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Plague is an infectious disease caused by bacteria called Yersinia pestis. These bacteria are found mainly in rodents, particularly rats, and in the fleas that feed on them. Other animals and humans usually contract the bacteria from rodent or flea bites.

white-throated wood rat
A white-throated woodrat, Neotoma albigula, in its Southwestern U.S. arid habitat. This, and other woodrat species, harbor fleas known to carry Yersinia pestis bacteria, which may be transmitted to human beings through flea bites.
Credit: CDC

Historically, plague destroyed entire civilizations. In the 1300s, the "Black Death," as it was called, killed approximately one-third (20 to 30 million) of Europe's population. In the mid-1800s, it killed 12 million people in China. Today, thanks to better living conditions, antibiotics, and improved sanitation, current World Health Organization statistics show there were only 783 cases in 2013 worldwide.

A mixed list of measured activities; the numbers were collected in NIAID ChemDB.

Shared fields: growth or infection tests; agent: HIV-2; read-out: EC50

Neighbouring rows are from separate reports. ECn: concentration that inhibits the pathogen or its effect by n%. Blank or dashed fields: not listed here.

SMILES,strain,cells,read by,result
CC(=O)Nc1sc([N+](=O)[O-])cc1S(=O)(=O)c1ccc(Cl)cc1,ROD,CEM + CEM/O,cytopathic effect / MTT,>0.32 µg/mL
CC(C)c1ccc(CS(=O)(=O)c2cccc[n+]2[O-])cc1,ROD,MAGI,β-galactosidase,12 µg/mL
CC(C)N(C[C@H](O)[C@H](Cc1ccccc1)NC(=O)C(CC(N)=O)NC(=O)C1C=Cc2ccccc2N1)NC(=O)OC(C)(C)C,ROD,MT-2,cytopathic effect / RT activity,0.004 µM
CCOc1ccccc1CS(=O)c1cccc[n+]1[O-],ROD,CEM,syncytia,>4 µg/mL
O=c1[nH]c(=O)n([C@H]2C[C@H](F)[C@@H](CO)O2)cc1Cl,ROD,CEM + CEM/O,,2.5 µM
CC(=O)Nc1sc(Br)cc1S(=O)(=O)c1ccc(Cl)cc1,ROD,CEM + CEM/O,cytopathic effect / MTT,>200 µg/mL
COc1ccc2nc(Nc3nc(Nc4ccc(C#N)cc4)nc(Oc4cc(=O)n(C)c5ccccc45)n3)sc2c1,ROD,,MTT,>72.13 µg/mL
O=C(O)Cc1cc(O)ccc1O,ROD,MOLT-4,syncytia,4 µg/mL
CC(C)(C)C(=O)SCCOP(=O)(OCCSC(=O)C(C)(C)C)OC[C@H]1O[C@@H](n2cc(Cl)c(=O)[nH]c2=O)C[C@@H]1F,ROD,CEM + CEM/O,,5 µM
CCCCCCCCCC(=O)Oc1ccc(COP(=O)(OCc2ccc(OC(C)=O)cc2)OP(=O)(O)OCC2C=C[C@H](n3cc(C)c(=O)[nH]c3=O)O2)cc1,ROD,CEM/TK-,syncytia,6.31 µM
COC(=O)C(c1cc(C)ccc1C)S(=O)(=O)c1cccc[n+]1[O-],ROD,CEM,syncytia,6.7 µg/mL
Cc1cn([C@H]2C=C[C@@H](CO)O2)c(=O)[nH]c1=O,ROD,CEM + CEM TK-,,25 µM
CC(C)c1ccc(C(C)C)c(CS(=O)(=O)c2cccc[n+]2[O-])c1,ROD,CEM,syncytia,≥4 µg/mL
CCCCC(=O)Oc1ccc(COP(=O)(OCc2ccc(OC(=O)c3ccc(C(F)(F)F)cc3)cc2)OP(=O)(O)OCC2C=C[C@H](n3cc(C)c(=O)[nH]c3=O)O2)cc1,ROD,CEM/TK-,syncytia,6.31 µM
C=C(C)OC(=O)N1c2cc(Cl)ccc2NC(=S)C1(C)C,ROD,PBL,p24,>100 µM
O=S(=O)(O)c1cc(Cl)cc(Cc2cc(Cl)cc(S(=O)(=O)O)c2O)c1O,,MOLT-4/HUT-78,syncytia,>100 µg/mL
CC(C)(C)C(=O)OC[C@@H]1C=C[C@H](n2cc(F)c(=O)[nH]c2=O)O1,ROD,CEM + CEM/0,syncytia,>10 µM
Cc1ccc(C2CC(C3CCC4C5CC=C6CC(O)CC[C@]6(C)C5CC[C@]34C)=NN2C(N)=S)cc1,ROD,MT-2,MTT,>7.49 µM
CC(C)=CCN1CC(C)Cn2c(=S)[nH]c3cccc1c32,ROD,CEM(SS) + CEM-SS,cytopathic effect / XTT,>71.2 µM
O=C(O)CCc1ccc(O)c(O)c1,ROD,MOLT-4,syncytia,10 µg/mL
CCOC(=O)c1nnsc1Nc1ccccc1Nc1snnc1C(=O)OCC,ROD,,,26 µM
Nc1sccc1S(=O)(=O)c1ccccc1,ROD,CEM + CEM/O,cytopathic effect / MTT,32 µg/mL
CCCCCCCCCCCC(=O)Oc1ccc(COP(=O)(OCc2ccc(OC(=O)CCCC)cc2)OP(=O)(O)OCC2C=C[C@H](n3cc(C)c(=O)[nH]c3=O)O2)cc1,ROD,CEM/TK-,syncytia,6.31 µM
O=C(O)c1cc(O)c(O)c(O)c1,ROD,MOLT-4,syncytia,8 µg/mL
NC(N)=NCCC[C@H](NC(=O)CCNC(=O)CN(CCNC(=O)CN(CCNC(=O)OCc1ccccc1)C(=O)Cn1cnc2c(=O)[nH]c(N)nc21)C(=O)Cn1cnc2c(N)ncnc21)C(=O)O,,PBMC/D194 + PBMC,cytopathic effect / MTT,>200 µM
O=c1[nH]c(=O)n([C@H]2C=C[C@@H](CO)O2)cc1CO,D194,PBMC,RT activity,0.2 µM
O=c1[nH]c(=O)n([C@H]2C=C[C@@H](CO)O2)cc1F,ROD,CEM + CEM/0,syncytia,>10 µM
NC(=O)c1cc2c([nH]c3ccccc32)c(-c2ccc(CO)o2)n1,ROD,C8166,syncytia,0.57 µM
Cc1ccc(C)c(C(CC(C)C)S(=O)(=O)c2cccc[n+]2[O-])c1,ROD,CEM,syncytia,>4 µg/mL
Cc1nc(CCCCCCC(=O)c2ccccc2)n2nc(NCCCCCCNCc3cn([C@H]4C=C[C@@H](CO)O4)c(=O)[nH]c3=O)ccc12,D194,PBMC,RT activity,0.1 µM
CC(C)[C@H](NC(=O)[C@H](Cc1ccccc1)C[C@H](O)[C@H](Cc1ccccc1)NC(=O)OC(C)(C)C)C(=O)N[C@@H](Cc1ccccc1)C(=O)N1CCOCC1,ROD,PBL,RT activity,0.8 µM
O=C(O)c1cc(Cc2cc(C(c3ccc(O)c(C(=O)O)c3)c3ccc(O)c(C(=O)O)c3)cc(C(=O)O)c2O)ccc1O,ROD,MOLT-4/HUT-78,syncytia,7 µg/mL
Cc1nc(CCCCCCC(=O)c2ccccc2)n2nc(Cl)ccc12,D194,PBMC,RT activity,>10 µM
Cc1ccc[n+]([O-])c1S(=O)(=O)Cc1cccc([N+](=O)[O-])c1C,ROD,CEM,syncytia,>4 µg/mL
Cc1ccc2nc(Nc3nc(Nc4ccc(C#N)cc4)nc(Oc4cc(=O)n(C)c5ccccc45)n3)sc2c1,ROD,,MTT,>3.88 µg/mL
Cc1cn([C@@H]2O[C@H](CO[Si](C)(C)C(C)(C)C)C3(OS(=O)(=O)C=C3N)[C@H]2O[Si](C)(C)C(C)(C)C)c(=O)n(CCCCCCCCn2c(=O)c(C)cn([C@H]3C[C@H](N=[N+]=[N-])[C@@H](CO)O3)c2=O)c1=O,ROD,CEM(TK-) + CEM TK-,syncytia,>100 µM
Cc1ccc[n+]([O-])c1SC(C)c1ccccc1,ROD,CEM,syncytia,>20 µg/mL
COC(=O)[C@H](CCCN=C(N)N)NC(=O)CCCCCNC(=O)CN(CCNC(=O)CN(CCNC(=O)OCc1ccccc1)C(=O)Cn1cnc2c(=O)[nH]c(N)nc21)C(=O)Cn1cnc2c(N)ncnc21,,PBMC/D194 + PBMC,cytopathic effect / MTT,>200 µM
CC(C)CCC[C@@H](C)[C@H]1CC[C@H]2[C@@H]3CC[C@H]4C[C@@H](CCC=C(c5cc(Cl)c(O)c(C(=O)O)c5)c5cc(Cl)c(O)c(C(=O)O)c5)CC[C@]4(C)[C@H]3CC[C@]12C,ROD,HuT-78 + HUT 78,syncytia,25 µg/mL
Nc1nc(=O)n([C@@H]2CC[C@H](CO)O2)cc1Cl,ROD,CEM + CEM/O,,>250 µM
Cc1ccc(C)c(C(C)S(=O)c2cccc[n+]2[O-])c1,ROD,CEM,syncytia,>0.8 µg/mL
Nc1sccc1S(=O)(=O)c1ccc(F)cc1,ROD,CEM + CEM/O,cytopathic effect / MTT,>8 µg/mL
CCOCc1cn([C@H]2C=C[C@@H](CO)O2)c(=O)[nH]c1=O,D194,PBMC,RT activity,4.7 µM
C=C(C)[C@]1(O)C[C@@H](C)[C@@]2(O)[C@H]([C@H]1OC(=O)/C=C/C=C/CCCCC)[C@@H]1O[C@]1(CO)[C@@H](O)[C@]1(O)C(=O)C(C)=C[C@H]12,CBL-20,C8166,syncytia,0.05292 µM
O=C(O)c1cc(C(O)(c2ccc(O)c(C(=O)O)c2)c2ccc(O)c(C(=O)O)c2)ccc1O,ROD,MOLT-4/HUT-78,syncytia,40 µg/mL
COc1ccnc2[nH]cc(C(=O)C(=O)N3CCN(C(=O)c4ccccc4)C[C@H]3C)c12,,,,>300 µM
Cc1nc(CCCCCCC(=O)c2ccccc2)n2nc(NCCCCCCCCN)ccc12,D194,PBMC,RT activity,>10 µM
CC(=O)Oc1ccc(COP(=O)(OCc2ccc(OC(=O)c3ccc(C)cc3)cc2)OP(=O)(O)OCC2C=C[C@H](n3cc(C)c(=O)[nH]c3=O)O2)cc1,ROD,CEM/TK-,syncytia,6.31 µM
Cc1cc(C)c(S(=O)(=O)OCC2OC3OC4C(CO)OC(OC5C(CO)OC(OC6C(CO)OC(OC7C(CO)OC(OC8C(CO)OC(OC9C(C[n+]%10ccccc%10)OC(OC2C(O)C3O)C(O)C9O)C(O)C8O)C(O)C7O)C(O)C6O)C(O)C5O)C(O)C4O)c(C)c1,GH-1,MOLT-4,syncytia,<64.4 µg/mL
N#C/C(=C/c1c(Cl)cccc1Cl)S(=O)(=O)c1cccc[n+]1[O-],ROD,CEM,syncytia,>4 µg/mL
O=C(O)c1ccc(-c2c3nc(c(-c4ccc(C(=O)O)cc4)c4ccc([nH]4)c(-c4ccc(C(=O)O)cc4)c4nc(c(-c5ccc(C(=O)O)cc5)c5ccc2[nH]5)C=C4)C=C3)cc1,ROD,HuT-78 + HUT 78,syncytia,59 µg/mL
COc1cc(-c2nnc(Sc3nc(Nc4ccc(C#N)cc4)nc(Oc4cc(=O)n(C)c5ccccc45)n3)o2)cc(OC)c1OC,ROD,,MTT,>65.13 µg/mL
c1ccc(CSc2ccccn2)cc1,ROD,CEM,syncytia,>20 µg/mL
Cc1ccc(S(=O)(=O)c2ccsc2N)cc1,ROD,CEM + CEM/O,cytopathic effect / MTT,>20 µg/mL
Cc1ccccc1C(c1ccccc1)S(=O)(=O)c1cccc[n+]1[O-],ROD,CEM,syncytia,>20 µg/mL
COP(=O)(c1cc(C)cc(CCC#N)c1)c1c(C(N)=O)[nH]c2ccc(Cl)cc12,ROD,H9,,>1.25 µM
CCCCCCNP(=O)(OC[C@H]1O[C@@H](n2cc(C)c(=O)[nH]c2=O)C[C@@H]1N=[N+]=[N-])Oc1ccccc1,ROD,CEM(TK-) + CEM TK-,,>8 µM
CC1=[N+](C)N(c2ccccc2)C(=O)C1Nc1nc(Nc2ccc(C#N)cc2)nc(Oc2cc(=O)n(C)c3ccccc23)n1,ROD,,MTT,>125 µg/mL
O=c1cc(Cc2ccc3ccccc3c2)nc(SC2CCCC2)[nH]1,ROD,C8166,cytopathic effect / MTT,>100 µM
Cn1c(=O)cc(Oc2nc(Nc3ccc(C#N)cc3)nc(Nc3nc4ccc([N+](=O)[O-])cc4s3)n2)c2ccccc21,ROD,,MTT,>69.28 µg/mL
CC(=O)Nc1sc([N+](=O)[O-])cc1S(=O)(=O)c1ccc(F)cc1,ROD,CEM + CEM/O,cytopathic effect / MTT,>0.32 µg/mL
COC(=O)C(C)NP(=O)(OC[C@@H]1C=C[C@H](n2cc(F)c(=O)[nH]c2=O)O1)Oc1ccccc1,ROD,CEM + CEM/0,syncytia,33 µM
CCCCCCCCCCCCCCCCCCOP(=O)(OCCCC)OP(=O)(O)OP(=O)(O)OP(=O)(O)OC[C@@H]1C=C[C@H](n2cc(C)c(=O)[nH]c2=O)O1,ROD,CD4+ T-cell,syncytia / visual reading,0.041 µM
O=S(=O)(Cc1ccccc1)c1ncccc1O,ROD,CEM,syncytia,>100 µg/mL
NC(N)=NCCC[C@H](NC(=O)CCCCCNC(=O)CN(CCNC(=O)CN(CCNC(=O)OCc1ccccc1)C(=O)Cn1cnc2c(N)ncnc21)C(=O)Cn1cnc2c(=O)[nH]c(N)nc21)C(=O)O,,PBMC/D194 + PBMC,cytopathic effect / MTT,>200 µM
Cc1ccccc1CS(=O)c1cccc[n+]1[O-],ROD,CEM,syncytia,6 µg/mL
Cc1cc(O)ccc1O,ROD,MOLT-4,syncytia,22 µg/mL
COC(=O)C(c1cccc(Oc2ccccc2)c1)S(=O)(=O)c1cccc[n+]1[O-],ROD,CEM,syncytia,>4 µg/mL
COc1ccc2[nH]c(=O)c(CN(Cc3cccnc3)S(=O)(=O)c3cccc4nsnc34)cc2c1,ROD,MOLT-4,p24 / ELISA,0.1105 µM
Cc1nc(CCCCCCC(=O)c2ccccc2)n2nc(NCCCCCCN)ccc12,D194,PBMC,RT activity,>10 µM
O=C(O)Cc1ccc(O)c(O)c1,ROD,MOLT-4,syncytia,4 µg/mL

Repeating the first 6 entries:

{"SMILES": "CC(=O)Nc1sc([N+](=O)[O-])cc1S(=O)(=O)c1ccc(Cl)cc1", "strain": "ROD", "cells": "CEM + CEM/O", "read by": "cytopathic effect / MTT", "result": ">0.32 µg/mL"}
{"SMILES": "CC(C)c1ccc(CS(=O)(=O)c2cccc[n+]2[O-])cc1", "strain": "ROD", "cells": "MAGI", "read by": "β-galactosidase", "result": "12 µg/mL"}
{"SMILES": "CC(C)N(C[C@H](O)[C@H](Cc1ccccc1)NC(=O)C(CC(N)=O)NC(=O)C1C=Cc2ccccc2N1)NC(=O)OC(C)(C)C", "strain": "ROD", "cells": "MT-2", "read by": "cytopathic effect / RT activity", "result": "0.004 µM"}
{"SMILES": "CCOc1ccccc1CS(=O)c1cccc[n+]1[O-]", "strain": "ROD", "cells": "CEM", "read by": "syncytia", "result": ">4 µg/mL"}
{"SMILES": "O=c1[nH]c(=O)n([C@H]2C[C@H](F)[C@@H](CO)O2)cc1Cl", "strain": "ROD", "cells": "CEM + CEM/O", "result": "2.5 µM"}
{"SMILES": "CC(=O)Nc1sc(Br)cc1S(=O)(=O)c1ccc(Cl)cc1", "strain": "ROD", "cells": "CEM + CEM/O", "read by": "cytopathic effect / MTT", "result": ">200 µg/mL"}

In recent decades, an average of 7 people per year in the United States develop plague, according to the Centers for Disease Control and Prevention. There has not been a case of person-to-person infection in the United States since 1924.


Last Updated January 06, 2015